Tuesday, December 4, 2007

everybody's not happy now

i found a piece about dystopias, mainly brave new world and 1984, called "everybody is happy now", written in the guardian (unlimited books) recently, by margret atwood. the title comes from brave new world, for those of you who hasn't read it. i think the piece is good, as it compares the novels with what we're seeing in todays world, to see if they "measure up" and to see which one of them says more about today's society. (so read it!)

just like atwood writes, both have points. orwell with the control and surveillance us citizens have to endure from the governments in more countries than not it seems and, post-9-11, thoughcrime; and huxley with the überconsumption and promiscuity we're indulging in as well as the issue of genetic engineering and prescribed drugs.

i've read them both. i read 1984 when i was 17 and i loved it. i am a bit reluctant to re-read it cos i know that i will find things i don't like in it now, and don't want to destroy what the novel has meant to me for more than 10 years in terms of political awakenings. after all, i have since then embraced feminism and i have read a lot of things since then that i've had problems with because i see gender everywhere. this is the case with brave new world.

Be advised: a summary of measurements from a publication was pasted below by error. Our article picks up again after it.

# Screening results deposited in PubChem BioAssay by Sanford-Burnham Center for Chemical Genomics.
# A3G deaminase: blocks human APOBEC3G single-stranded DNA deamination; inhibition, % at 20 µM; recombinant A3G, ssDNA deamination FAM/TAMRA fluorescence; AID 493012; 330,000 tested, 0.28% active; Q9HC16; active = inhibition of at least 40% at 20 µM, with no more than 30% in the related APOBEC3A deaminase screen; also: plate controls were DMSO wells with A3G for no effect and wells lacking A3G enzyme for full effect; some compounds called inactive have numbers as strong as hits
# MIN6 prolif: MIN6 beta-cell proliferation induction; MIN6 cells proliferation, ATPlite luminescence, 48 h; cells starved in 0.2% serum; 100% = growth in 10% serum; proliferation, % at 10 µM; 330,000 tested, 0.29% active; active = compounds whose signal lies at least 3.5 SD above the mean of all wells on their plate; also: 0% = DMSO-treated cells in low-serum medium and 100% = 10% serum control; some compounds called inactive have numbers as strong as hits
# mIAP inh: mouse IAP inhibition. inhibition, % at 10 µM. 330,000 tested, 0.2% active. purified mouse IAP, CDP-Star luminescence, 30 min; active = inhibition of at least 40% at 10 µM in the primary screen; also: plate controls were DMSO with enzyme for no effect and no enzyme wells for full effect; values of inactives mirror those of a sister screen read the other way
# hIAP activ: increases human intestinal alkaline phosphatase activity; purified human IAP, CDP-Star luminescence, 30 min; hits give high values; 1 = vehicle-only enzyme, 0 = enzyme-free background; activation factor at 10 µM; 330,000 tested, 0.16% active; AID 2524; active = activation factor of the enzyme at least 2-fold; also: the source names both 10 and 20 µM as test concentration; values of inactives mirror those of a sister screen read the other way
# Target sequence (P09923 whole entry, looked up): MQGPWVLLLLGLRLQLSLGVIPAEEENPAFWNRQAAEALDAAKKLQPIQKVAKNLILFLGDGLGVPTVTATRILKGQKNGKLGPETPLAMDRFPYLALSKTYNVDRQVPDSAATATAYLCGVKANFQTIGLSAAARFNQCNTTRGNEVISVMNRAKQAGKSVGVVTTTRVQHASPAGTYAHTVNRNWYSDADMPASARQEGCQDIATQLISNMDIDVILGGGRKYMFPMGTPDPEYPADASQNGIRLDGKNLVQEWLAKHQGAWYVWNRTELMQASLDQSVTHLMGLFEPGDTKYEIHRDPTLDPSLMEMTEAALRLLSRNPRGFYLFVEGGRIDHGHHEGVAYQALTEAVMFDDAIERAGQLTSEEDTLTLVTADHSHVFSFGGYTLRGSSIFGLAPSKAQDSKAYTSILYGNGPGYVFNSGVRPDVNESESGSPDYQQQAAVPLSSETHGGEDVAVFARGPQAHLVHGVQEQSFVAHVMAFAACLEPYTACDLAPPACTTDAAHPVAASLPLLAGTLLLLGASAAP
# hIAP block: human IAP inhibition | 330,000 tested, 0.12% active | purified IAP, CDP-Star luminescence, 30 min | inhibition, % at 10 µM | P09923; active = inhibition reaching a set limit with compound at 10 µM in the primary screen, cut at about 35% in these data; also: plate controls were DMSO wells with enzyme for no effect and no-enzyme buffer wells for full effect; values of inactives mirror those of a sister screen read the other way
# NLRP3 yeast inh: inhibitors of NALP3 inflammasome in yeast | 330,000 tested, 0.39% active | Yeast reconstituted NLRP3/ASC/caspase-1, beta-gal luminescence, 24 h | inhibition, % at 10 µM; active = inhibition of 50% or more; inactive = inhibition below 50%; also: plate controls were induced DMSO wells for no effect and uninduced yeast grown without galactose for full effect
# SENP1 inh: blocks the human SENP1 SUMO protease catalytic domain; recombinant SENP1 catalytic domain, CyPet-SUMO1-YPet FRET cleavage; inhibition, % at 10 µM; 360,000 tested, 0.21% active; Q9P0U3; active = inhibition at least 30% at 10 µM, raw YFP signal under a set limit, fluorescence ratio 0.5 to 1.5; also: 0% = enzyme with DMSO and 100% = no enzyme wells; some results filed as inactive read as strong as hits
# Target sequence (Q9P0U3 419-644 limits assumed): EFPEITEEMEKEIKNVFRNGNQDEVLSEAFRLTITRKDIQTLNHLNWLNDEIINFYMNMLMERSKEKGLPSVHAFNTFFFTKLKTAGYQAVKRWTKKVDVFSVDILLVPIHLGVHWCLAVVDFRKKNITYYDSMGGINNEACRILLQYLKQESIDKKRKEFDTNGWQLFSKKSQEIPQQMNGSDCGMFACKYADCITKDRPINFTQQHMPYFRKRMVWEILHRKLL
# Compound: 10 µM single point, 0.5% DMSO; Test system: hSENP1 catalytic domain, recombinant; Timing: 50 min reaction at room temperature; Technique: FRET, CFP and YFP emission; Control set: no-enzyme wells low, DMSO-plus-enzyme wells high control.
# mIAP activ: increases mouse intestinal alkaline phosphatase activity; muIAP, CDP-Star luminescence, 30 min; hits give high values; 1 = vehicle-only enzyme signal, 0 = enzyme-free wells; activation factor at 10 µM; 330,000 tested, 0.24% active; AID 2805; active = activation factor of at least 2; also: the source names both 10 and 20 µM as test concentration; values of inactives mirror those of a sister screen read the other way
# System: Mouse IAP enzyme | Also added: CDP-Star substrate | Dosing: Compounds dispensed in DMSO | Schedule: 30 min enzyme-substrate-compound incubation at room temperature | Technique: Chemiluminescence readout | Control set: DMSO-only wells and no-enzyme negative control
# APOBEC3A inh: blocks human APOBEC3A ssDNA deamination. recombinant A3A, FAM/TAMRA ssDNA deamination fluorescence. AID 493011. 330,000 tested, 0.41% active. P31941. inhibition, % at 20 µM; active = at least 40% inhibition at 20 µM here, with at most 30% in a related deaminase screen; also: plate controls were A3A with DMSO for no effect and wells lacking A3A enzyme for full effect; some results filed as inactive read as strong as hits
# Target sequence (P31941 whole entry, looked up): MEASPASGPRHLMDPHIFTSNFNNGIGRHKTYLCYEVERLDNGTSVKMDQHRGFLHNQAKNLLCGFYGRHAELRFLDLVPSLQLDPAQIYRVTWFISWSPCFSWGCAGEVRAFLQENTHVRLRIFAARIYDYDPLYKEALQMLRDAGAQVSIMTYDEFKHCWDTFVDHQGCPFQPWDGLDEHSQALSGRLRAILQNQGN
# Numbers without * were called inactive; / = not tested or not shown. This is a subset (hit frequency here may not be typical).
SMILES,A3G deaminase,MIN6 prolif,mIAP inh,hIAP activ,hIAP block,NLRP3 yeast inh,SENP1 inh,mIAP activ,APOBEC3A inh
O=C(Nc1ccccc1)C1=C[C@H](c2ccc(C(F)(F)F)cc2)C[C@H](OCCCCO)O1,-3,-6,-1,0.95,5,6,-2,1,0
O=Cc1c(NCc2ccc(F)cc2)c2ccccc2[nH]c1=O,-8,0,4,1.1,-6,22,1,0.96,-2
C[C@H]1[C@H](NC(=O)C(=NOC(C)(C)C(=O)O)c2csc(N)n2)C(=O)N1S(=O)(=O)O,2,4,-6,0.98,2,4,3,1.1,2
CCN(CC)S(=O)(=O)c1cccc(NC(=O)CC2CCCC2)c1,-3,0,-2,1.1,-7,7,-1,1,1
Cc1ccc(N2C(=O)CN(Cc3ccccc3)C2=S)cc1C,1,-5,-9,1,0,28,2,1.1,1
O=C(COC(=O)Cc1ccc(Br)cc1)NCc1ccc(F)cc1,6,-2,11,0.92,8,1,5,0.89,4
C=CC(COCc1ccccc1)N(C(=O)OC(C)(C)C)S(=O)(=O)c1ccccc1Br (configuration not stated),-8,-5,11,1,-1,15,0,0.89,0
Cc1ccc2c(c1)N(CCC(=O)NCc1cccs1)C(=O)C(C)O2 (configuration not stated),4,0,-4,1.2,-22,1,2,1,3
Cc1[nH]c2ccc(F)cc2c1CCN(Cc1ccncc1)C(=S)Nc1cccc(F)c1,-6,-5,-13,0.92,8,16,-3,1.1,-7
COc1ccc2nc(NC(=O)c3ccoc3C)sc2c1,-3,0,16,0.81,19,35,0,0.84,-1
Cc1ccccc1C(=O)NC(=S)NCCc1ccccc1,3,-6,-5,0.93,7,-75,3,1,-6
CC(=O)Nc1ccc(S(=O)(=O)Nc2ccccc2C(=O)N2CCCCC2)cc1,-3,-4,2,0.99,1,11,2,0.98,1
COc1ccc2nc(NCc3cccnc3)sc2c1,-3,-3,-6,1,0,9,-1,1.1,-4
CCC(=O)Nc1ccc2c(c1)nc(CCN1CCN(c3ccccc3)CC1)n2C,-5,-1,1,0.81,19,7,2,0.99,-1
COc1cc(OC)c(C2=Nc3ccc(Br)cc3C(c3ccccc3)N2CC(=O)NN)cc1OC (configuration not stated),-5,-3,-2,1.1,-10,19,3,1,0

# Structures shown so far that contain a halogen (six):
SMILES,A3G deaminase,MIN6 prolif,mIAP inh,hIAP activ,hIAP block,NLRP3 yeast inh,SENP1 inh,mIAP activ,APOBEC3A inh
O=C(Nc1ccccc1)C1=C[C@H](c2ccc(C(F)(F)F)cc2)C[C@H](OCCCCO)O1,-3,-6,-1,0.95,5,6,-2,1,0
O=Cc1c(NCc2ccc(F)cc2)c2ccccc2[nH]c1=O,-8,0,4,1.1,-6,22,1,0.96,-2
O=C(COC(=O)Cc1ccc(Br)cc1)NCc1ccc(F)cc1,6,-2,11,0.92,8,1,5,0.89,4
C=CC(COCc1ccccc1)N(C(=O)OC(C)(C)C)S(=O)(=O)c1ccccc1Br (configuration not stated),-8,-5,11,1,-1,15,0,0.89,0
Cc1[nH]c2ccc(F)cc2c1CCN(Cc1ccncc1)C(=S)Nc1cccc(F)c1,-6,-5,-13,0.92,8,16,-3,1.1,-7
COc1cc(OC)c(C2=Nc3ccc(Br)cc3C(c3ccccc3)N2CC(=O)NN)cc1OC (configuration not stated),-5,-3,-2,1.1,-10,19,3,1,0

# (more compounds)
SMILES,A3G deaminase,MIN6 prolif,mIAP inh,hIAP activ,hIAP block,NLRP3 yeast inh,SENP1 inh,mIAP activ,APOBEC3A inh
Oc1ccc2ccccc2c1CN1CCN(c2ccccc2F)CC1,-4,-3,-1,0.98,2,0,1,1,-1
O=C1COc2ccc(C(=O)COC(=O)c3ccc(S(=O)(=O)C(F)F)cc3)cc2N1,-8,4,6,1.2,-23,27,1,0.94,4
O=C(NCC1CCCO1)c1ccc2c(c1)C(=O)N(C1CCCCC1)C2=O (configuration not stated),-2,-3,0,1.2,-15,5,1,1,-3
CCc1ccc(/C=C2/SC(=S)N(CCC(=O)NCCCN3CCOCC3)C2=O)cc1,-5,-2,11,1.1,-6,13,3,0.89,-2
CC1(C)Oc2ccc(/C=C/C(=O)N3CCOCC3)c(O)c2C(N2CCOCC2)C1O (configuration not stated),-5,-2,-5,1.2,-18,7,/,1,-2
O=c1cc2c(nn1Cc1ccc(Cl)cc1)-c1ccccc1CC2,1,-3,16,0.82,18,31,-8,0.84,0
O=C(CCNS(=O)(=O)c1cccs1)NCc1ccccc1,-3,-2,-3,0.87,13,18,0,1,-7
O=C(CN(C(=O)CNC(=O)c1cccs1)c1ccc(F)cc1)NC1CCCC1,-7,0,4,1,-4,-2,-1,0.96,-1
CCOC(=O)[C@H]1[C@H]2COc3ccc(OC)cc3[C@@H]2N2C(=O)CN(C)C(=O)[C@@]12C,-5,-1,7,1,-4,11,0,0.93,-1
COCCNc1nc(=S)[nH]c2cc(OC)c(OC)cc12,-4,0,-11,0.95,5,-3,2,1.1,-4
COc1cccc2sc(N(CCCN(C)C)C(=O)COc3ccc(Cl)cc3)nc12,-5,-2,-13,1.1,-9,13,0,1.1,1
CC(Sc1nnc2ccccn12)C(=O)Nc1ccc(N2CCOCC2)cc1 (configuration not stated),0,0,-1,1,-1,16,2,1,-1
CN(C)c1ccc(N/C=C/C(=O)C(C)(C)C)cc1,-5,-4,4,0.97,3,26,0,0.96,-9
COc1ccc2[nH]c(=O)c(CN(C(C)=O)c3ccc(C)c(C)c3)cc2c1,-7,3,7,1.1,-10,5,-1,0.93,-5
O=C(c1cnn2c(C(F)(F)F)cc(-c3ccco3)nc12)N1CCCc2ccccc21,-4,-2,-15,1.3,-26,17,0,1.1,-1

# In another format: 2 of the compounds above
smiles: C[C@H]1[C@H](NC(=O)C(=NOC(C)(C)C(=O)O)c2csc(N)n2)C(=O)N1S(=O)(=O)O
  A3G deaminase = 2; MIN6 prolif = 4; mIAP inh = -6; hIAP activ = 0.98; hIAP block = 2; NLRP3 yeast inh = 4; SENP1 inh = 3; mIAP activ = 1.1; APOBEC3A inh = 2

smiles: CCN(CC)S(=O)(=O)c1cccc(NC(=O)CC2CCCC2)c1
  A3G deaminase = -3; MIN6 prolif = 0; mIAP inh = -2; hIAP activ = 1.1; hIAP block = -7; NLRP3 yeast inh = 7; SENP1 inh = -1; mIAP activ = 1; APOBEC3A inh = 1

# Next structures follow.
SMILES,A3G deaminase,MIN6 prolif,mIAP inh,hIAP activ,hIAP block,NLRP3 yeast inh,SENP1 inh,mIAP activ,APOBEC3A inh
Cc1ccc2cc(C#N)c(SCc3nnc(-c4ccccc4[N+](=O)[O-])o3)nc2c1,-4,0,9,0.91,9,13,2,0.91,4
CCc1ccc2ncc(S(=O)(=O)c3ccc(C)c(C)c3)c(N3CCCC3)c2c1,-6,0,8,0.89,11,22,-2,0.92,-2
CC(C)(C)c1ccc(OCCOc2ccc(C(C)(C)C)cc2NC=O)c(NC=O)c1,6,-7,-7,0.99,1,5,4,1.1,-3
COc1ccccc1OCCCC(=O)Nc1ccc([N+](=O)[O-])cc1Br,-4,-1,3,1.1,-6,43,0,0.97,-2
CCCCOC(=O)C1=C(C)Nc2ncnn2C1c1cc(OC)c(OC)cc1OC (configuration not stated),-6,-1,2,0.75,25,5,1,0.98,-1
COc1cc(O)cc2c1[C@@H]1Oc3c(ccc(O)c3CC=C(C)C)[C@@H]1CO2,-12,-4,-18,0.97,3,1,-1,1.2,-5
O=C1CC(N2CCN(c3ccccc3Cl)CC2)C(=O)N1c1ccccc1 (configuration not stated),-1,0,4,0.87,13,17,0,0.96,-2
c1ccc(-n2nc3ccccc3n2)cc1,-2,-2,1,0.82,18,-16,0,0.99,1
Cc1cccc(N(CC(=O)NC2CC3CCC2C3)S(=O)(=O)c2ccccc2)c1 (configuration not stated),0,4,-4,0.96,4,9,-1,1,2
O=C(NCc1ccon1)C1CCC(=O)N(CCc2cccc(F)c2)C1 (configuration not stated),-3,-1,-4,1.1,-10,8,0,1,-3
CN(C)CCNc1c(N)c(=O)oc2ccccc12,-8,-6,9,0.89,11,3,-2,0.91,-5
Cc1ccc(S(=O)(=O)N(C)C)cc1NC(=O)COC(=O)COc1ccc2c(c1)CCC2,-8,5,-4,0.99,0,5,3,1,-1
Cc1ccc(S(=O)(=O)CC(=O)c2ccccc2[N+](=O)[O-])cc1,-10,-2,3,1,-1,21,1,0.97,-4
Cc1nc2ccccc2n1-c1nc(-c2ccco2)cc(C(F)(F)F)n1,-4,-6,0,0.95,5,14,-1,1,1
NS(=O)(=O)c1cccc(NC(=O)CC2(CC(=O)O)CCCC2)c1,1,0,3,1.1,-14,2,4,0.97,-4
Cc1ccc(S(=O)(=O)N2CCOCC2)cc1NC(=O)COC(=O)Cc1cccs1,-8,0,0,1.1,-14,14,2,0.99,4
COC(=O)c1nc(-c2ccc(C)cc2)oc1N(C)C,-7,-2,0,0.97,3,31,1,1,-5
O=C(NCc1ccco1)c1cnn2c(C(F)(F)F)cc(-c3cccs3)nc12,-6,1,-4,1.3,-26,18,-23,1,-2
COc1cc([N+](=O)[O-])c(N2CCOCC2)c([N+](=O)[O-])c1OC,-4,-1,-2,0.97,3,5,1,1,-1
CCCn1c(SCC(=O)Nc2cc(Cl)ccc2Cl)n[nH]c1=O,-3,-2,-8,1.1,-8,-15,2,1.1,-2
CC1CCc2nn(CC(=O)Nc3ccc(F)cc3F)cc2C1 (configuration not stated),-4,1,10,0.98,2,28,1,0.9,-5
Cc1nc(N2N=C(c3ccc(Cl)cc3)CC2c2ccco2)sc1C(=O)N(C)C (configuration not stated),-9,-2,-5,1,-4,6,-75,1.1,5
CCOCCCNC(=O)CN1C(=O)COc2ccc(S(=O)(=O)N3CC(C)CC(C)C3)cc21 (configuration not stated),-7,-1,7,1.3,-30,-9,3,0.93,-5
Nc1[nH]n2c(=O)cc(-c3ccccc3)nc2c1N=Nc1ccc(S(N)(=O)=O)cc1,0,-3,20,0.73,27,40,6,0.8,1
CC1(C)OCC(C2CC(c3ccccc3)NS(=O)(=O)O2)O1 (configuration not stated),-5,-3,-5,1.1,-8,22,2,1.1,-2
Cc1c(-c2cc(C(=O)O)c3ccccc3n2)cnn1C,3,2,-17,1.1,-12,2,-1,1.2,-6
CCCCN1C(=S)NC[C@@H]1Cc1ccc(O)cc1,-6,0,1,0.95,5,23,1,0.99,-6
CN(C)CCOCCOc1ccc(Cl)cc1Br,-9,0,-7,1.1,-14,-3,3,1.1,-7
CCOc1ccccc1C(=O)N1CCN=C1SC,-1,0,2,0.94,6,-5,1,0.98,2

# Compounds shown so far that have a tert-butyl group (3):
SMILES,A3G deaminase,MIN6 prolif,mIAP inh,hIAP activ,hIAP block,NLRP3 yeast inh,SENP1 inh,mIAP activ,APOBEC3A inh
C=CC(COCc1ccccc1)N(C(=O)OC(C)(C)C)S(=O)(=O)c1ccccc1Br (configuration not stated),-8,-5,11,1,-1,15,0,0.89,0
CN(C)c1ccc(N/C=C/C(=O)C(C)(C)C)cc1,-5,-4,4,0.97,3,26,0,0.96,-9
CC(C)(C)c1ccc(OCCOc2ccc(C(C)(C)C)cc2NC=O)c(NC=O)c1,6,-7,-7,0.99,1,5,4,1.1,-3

i wrote a review of brave new world earlier this year. here it is.

the idea behind this novel is such a great one - really one of the best sci-fi ideas i know of - that it really depresses me that huxley made a novel out of it. being a sci-fi fan and having heard so much praise over this novel, it made me disappointed reading it, to say the least. the characters are flat and uninteresting with few exceptions, and the plot is awful! the only thing next to the idea - that is the society he creates and what it stands for - that i like is the conversations that some of the characters have about that society. stereotypically, only the male characters have those conversations. but then huxley is not the first, nor the last sci-fi author to create great new societies and conditions for humans and others but totally look pass gender injustices.

in my opinion, huxley should have taken his great idea and made it something other than a novel, or he should have asked someone else, who could actually write novels, to help him write the characters. i'm sorry to be hard on a classic, but there it is.

Sunday, December 2, 2007

the fantasy of

i just read an awesome post called the fantasy of being thin, about how the idea of dieting and getting thin is not only about what you weight but how much more fun and great life would be if you were thin. about how depression, failing relationships and other big issues (in everybody's life) are somehow tied to the fact that you are fat and if only you were thin it would go away.

it's a great read and the psychological thinking behind it is really adaptable to other destructive thinking, such as my own fantasy, which i guess i could call the fantasy of being awesome and handling everything. which, i have to say, is really fucking up my recovering from this stress exhaustion thing. but that's for another post.